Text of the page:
Lithium-ion battery - A rechargeable battery in which lithium ions move from the anode to the cathode during discharge and back during charge.

Load simulation - A process carried out by a computer program that models a PV system and a building’s energy requirements, so as to optimize the size of the system.

Low-light conditions - Conditions in which there is little solar radiation. These conditions are also simulated in photovoltaic module testing procedures, such as PV+Test.

M

Maximum continuous discharge current - The maximum current at which a battery can be discharged continuously. This is usually defined by the manufacturer to prevent excessive discharge rates that can damage the battery or reduce its capacity.

Maximum power point tracking (MPPT) - The process of optimizing the power output of a solar photovoltaic system to work most effectively with a storage system or grid, via the use of a DC to DC converter.

Maximum power point tracking charge controller - A high frequency DC to DC converter that optimizes the current and voltage output of a photovoltaic system to maximize the current, and thus power, fed into the battery.

Megawatt - A unit that is equal to one million watts.

Megawatt hour (MWh) - A unit that is equal to one million watt hours.

Megawatt peak (MWp) - A unit that is equal to one billion watts peak.

Metallization - The process of coating a layer of metal onto a non-metallic surface.

Metallization wrap through (MWT) - A high-efficiency back-contact solar cell technology, in which the metallization for the bus bars is moved to the back of the solar cell.

Module - A packaged, interconnected assembly of solar cells.

Module efficiency - The efficiency at which a module converts incident sunlight into electric energy. For example, if 100 watts of sunlight hits a module’s surface and it outputs 15.6 watts of electric energy, then it has a module efficiency of 15.6%. Note that a module’s efficiency is always slightly lower than the efficiency of each of the cells that make it up, mainly due to the unused spaces between cells.

Microgroove - A small groove scribed into the surface of a cell which is filled with metal for contacts.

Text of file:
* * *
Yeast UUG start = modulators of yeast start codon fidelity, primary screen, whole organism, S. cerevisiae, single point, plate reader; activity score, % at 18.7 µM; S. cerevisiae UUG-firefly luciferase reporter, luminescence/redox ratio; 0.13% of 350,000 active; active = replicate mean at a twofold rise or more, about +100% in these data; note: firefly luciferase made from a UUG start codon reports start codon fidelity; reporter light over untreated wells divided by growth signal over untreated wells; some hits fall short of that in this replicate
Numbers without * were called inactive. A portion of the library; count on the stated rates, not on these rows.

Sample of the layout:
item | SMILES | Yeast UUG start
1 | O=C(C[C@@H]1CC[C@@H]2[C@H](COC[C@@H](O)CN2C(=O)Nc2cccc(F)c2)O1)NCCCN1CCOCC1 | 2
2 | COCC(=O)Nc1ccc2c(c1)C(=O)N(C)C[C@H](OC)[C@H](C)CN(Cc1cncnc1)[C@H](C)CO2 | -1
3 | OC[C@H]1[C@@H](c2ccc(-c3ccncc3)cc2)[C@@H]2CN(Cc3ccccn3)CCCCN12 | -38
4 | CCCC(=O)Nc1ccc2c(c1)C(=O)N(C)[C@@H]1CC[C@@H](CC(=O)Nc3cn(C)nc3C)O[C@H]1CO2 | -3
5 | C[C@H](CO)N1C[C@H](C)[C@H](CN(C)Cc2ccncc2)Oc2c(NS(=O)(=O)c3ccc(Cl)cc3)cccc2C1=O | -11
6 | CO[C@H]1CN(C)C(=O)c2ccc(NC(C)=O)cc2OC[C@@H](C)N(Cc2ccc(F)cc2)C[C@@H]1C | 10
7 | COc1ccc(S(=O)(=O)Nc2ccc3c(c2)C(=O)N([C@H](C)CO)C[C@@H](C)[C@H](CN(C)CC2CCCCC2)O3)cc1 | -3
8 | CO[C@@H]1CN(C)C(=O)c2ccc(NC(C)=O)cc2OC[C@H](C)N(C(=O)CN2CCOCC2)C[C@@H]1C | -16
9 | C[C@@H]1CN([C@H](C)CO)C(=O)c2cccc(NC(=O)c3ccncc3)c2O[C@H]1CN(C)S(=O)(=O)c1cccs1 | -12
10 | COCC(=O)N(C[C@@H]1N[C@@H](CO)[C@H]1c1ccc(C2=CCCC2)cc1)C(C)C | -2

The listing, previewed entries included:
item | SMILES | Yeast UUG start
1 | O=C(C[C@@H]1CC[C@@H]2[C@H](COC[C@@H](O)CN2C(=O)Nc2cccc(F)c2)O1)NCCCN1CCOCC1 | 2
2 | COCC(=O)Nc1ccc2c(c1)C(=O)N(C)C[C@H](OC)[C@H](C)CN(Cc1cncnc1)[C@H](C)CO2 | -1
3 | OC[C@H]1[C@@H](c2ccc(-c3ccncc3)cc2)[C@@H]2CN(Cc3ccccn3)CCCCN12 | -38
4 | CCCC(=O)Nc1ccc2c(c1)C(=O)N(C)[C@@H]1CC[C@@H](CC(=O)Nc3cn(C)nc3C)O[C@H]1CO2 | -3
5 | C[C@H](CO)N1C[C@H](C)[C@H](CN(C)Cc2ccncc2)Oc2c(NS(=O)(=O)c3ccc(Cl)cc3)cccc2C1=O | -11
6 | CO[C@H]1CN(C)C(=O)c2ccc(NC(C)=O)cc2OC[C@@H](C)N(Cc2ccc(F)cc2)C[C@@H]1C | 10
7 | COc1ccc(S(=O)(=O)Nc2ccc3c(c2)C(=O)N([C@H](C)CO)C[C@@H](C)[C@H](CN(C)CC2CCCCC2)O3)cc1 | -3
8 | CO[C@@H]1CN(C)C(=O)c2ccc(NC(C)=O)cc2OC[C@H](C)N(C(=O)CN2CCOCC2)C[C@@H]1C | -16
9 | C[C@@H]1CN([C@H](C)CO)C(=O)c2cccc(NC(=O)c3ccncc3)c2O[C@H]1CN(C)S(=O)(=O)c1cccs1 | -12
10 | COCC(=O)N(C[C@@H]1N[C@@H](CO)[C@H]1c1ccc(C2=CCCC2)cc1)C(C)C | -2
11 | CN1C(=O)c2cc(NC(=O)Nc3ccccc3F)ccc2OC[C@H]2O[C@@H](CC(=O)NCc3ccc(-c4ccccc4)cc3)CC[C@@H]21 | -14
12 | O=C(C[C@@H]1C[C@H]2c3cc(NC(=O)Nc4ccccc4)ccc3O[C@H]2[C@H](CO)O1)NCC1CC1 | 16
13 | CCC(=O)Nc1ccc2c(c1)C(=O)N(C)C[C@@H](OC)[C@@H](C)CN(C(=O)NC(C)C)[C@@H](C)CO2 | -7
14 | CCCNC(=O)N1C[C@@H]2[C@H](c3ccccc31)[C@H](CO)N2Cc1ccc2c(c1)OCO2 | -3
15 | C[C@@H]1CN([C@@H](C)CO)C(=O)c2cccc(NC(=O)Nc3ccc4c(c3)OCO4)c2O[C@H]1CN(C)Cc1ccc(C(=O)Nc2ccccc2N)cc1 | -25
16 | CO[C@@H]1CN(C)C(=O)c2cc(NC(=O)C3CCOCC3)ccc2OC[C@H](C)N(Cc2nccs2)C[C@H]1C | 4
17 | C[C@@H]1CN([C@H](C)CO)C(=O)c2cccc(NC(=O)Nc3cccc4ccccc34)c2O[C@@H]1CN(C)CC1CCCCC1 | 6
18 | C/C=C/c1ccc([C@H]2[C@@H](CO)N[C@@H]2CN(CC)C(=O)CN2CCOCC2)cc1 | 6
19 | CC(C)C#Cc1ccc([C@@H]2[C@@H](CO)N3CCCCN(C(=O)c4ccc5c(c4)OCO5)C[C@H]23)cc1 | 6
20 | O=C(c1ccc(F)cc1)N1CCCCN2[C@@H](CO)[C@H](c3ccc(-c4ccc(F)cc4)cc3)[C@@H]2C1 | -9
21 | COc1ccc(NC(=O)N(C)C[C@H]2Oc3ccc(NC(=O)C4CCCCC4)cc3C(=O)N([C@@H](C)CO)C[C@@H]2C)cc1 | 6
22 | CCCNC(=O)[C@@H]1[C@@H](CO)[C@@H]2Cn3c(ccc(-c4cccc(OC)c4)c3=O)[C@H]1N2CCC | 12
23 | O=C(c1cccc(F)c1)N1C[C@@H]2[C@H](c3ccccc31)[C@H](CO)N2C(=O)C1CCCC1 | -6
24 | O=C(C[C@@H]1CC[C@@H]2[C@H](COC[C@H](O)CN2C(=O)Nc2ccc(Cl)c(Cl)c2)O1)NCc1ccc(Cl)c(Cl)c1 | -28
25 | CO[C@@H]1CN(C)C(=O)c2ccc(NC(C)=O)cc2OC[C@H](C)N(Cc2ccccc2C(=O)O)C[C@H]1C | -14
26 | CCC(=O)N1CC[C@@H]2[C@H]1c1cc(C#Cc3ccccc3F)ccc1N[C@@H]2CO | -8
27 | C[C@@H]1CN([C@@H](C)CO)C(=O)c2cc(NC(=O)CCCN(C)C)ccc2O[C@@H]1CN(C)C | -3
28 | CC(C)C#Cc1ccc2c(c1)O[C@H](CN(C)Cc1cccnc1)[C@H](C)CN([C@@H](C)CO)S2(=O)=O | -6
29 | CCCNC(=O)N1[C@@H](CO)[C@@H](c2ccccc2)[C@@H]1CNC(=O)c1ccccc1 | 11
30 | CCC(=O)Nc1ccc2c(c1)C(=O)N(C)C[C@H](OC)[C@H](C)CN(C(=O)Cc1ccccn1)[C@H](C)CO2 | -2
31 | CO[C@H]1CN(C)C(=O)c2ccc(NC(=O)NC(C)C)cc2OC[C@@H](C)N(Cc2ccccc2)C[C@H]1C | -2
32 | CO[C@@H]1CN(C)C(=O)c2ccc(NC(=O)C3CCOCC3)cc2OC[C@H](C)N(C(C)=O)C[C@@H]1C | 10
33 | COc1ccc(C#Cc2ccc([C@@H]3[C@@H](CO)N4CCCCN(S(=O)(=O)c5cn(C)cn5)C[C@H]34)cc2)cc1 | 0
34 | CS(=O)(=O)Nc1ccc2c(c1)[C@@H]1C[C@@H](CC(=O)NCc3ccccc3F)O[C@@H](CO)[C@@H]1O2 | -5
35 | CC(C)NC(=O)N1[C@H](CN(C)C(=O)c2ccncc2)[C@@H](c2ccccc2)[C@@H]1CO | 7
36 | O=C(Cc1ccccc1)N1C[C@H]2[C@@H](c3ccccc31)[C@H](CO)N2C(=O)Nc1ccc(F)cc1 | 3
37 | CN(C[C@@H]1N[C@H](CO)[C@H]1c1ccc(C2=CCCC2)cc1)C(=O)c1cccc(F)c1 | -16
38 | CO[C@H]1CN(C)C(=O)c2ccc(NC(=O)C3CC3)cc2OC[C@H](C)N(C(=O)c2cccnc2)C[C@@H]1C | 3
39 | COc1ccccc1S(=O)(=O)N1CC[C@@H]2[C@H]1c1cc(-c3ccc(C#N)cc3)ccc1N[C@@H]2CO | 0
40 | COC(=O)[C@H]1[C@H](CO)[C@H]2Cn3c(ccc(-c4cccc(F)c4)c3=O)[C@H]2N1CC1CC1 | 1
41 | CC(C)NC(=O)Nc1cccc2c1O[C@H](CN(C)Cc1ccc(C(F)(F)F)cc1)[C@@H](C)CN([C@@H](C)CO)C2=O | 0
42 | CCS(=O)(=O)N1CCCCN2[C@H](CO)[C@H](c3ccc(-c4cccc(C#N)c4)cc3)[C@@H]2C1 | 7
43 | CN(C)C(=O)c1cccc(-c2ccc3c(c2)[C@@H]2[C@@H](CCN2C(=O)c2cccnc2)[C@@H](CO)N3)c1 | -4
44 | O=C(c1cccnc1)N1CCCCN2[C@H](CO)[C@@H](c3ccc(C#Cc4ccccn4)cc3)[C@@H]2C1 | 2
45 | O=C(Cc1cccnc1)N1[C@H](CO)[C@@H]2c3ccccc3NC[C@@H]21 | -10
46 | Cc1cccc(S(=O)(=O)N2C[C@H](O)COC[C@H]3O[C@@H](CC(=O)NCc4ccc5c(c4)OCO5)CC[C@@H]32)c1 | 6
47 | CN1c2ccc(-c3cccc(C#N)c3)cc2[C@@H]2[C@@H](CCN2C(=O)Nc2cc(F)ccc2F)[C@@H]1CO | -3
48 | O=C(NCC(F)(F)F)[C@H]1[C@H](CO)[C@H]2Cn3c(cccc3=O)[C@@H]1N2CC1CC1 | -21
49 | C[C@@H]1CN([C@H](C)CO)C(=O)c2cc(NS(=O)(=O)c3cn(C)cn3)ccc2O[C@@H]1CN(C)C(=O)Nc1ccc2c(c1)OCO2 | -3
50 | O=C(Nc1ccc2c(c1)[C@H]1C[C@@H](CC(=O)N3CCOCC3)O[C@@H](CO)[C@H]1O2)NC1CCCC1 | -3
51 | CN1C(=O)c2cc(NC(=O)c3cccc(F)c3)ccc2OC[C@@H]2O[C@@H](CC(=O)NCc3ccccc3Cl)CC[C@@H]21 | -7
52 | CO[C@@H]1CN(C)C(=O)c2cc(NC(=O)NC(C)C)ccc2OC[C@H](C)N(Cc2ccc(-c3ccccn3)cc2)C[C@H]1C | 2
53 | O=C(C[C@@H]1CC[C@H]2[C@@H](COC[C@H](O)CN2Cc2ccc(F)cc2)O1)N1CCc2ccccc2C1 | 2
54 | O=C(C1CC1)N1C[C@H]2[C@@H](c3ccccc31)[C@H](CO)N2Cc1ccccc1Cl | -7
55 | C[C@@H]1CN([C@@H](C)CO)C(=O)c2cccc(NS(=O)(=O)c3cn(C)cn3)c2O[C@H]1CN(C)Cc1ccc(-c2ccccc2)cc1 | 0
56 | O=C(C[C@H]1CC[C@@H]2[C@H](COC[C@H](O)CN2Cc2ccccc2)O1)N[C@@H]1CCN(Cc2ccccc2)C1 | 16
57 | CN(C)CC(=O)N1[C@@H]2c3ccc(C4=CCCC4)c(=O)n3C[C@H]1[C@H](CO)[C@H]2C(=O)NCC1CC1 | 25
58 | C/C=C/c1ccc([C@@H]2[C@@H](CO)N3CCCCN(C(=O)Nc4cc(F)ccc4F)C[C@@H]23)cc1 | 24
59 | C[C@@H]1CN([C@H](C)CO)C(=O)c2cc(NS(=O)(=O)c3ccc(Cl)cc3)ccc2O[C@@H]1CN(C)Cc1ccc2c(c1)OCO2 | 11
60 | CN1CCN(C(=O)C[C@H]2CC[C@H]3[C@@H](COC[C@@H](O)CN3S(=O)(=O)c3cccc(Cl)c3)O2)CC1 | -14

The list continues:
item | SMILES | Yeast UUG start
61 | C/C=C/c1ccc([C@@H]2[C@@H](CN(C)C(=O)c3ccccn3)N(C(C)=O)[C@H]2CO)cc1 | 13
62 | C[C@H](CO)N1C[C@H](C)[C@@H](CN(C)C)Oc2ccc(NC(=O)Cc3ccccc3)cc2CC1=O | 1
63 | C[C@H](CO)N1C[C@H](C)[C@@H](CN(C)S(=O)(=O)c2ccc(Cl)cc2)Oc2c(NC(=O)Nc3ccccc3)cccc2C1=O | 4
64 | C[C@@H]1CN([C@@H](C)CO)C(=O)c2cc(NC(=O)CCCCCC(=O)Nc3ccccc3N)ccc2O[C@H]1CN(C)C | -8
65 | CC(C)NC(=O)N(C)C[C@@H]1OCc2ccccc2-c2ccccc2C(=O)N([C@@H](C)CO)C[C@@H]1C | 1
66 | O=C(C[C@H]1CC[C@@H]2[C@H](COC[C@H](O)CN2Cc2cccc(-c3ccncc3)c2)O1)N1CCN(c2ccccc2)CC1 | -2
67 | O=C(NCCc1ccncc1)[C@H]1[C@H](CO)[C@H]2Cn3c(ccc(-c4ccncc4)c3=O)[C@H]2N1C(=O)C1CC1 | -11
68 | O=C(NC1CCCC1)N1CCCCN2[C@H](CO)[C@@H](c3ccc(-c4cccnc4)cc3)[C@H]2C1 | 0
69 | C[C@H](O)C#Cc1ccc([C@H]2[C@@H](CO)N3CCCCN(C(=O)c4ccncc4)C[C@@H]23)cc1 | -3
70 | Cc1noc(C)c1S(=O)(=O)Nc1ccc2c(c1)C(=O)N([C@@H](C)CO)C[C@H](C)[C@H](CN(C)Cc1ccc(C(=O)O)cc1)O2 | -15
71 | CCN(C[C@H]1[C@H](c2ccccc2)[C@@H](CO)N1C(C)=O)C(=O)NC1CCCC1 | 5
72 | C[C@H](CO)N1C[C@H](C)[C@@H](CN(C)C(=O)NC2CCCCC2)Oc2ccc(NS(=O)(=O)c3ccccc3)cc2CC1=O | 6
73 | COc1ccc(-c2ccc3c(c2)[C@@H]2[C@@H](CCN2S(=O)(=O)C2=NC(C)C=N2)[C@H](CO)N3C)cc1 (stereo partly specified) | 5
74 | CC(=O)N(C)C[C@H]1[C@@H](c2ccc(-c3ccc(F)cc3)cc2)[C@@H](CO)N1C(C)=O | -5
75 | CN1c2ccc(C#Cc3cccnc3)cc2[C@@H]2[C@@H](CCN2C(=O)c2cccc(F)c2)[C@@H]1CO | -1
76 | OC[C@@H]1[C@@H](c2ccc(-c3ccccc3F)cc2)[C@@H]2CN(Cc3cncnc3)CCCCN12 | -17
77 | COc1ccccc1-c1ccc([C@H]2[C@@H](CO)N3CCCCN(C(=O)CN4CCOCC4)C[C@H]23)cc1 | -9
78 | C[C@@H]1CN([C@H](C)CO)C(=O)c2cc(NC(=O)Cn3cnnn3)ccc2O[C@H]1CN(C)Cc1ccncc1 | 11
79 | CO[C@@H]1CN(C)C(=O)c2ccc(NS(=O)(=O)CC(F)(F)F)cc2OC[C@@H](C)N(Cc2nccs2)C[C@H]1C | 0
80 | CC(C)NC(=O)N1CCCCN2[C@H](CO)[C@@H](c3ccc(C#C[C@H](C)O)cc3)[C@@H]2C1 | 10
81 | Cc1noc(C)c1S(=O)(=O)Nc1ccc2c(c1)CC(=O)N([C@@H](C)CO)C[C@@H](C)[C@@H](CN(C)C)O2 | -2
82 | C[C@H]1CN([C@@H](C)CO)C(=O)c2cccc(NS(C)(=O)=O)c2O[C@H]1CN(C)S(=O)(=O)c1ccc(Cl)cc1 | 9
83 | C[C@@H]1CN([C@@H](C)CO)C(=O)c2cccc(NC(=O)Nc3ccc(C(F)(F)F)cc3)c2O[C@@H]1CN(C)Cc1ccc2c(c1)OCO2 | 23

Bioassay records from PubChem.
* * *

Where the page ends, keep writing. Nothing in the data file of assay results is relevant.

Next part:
Molten salt battery - A electric battery, which uses high temperature molten salt as an electrolyte.

Molybdenum - A chemical element with atomic number 42 and chemical symbol Mo, which is used in CIGS solar cell fabrication.

Mono-like - Describes a type of crystalline silicon ingot used to manufacture solar cells, which is largely mono crystalline, although with some polycrystalline regions. The technology was first developed by BP in 2006 and produces cells with higher efficiencies than polycrystalline silicon at lower costs than mono crystalline silicon.

Mono crystalline silicon (mono-Si) - Silicon in a crystalline lattice that is completely unbroken and continuous to its edges.

Mounting system - The components that fasten solar modules in place, whether it be on a roof, carport, façade or the ground. This includes mounting racks, cross beams, fasteners, clamps and any other components which function solely to mount solar photovoltaic modules.

Multi crystalline - Material that is solidified at such as rate that many small crystals (crystallites) form. The atoms within a single crystallite are symmetrically arranged, whereas crystallites are jumbled together. These numerous grain boundaries reduce the device efficiency. A material composed of variously oriented, small individual crystals. (Sometimes referred to as polycrystalline or semi crystalline).

Multifunction device - A photovoltaic device containing two or more cell junctions, each of which is optimized for a particular part of the solar spectrum, to achieve greater overall efficiency.

N

N-type cell - A solar cell made from the rarer n-type silicon instead of the more dominant p-type silicon. Both types of cell are derived from a silicon feedstock, although during crystallization phosphorus is used as a dopant to produce n-type silicon crystals, whereas boron is usually used to produce p-type silicon crystals. The advantages of n-type cells are that they do not suffer from light-induced degradation (LID) and they are less sensitive to impurities present in the silicon feedstock.